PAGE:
Reaching the Dream -- Albuquerque

Quote: Homeownership generates economic growth. Building 1000 single-family homes creates almost 2,100 full-time jobs -- Home construction and related industries employ approximately 6 million Americans. Investment in residential property accounts for more than 4% of the nation's gross domestic product. -- From the Urban Policy Brief The leaders of the city of Albuquerque have placed strong emphasis on the city's growth. The city has adopted the "Planned Growth Strategy," a major study done by the city, which has the potential to make important changes in the quality of Albuquerque.

The starting point of the work is based on the direction given by concerned citizens in two Shared Vision Town Halls. The underlying principles of the strategy include calling on the local government to play a proactive role in managing growth, and to be guided by a plan based on well-considered principles. The outcome of the growth should be community, whether at the fringe or in existing neighborhoods, with new neighborhoods built at the fringe, not just in residential subdivisions. The existing community should be the priority in terms of the vitality of development, the existing infrastructure should be maintained and rehabilitated, and the correction of deficiencies should be a high priority.

With this in mind, the HUD Center for Faith-Based and Community Initiatives (CFBCI) has chosen Albuquerque for the "Reaching the Dream" initiative. The following information provides a look at some of Albuquerque's neighborhoods undergoing revitalization, as well as an overview of Albuquerque's demographics.


Albuquerque is divided into four quadrants: Northeast, Southeast, Northwest, and Southwest. The north and south dividing line is Central Avenue, and the east and west dividing line is Broadway. Each quadrant has its own unique qualities and distinctive neighborhoods. The following neighborhoods are areas where significant revitalization is occurring, that have the highest percentage of foreclosures, and the lowest home prices in the region:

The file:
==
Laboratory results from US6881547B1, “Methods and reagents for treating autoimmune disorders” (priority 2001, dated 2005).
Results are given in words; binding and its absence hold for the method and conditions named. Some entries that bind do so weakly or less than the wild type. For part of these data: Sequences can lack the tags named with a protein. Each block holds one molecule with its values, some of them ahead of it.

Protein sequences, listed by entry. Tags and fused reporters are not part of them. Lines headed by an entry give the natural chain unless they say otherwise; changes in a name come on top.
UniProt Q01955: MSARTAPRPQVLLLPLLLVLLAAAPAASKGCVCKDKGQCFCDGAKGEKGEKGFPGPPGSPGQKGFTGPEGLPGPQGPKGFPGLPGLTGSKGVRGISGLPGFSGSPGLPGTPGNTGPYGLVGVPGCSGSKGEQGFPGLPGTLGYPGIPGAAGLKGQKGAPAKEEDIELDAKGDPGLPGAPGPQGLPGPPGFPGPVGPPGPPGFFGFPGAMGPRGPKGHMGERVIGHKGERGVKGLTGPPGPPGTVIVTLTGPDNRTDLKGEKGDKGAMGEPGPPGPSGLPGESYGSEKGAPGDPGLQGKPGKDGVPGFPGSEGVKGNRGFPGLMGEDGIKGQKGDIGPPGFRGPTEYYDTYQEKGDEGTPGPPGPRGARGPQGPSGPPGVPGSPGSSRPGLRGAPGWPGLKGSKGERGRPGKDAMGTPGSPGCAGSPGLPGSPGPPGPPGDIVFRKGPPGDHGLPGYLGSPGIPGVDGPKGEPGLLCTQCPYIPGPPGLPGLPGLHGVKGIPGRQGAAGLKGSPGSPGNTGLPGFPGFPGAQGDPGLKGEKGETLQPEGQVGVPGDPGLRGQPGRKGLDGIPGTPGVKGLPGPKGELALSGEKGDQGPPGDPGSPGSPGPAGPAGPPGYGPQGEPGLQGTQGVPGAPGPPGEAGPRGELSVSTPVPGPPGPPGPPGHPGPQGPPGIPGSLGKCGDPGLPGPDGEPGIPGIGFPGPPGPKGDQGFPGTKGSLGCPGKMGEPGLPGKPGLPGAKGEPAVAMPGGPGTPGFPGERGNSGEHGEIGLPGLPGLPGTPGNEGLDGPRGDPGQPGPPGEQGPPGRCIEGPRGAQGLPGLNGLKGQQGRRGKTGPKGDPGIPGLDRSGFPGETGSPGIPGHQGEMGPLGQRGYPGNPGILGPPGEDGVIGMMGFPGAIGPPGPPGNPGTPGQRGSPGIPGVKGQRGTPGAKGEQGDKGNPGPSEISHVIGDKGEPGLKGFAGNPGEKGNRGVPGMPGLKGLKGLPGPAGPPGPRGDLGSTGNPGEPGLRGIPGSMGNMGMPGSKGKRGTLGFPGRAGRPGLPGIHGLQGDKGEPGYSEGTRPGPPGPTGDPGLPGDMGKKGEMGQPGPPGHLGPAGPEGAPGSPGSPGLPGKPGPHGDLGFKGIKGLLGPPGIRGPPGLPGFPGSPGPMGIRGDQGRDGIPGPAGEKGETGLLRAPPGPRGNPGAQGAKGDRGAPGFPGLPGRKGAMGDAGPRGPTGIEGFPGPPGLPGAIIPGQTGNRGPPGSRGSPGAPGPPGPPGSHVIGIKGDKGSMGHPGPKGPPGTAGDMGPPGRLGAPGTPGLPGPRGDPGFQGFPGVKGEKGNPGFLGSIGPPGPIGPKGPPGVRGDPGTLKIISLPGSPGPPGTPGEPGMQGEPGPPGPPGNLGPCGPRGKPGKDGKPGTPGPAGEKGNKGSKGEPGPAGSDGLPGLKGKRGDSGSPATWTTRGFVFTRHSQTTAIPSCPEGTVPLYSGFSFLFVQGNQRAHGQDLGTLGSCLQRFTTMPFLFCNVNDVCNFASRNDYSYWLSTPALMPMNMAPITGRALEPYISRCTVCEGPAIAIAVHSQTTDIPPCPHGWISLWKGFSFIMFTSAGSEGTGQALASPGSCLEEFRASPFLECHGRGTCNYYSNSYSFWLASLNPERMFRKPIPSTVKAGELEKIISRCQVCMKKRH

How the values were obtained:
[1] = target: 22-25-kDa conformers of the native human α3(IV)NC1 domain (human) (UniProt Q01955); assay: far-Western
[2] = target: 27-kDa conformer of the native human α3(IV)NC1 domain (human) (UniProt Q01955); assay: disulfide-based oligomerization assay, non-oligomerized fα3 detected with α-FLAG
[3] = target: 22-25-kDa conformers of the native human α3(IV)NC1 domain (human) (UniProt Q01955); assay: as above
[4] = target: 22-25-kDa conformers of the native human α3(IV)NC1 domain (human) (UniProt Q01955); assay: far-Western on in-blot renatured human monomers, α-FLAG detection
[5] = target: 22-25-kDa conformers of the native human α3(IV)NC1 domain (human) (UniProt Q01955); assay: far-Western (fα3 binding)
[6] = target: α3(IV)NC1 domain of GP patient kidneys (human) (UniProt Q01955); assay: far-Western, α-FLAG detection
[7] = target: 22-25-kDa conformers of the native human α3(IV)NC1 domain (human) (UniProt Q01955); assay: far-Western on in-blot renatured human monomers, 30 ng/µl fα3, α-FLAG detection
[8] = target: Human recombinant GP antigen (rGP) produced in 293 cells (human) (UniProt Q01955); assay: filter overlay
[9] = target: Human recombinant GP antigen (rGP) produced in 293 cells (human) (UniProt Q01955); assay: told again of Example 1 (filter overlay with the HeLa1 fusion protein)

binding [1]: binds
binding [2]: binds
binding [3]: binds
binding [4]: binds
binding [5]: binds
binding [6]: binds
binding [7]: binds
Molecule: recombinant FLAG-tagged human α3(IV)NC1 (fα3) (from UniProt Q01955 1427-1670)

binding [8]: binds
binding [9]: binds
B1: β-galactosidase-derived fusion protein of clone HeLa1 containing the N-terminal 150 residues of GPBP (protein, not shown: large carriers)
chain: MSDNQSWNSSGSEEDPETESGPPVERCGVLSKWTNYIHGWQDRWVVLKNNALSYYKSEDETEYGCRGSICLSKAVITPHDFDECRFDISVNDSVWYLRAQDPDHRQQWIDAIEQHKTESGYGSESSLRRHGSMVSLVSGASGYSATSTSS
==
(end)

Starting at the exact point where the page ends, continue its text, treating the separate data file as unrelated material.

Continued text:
• Near NE Heights-Trumbull Park Village, along with other developments in this area, is one of Rural Housing Inc. and Greater Albuquerque Housing Partnership's developments, located in NE Albuquerque. The desired outcome for the Trumbull neighborhood is to produce a model project that can be duplicated in other neighborhoods within the city. The framework for this project was established in the Near Heights Housing Redevelopment Area Plan and the Heights Housing Redevelopment Project Plan, both approved by the City Council.
  • Sawmill Area-Both Arbolera de Vida and Wells Park, along with other communities in this area, are targeted for revitalization. Arbolera de Vida is an innovative mixed-use community that is being built on 27 acres of vacant property in the center of the Sawmill community north of Old Town. Purchased by the city of Albuquerque in 1995, the project site has been re-zoned for mixed, compatible uses, including affordable housing, community amenities, open space, and commercial/retail space. Wells Park is predominately low-income, populated by people of color, and located east of the Arbolera de Vida project.
  • Downtown-The center of Albuquerque's Historic District is the site of an intensive revitalization project entitled "Downtown 2010." One of its goals is to increase urban housing while minimizing the impact of homelessness. Growth and revitalization are bringing new challenges for downtown Albuquerque. Increasingly, gentrification will need to be balanced with maintaining the older, surrounding neighborhoods with their long-time residents.

Summary of Statistics

Between 1990 and 2000, the city of Albuquerque saw a population growth of 15.5 percent, bringing the population to 448,607 and increasing the number of houses built by 20 percent.

The racial composition of the residents of Albuquerque is:

Caucasian-71.5 percent
African American-3 percent
American Indian and Alaska Native Alone-4 percent
Asian American-2.25 percent
Hispanic or Latino-40 percent

Sixty percent of the citizens own their homes, while 40 percent rent. The 2000 median value of all owner-occupied housing was $125,236.

Based on the 2000 census, the median household income in Albuquerque was $38,839 per year. Nearly 17 percent of households operate on an estimated yearly income of less than $15,000, and the unemployment rate is 5.2 percent.

HUD's Regional Faith-Based Liaison
Robert Salazar
Albuquerque Field Office
625 Silver Avenue SW
Suite 100
Albuquerque, NM 87102
Tel: (505) 346-7314
Fax: (505) 346-6704

HUD's Regional Director
A. Cynthia Leon
Burnet Plaza
25th Floor
801 Cherry Street
Fort Worth, TX 76102
Tel: (817) 978-5965
Fax: (817) 978-5569

Content Archived: April 9, 2010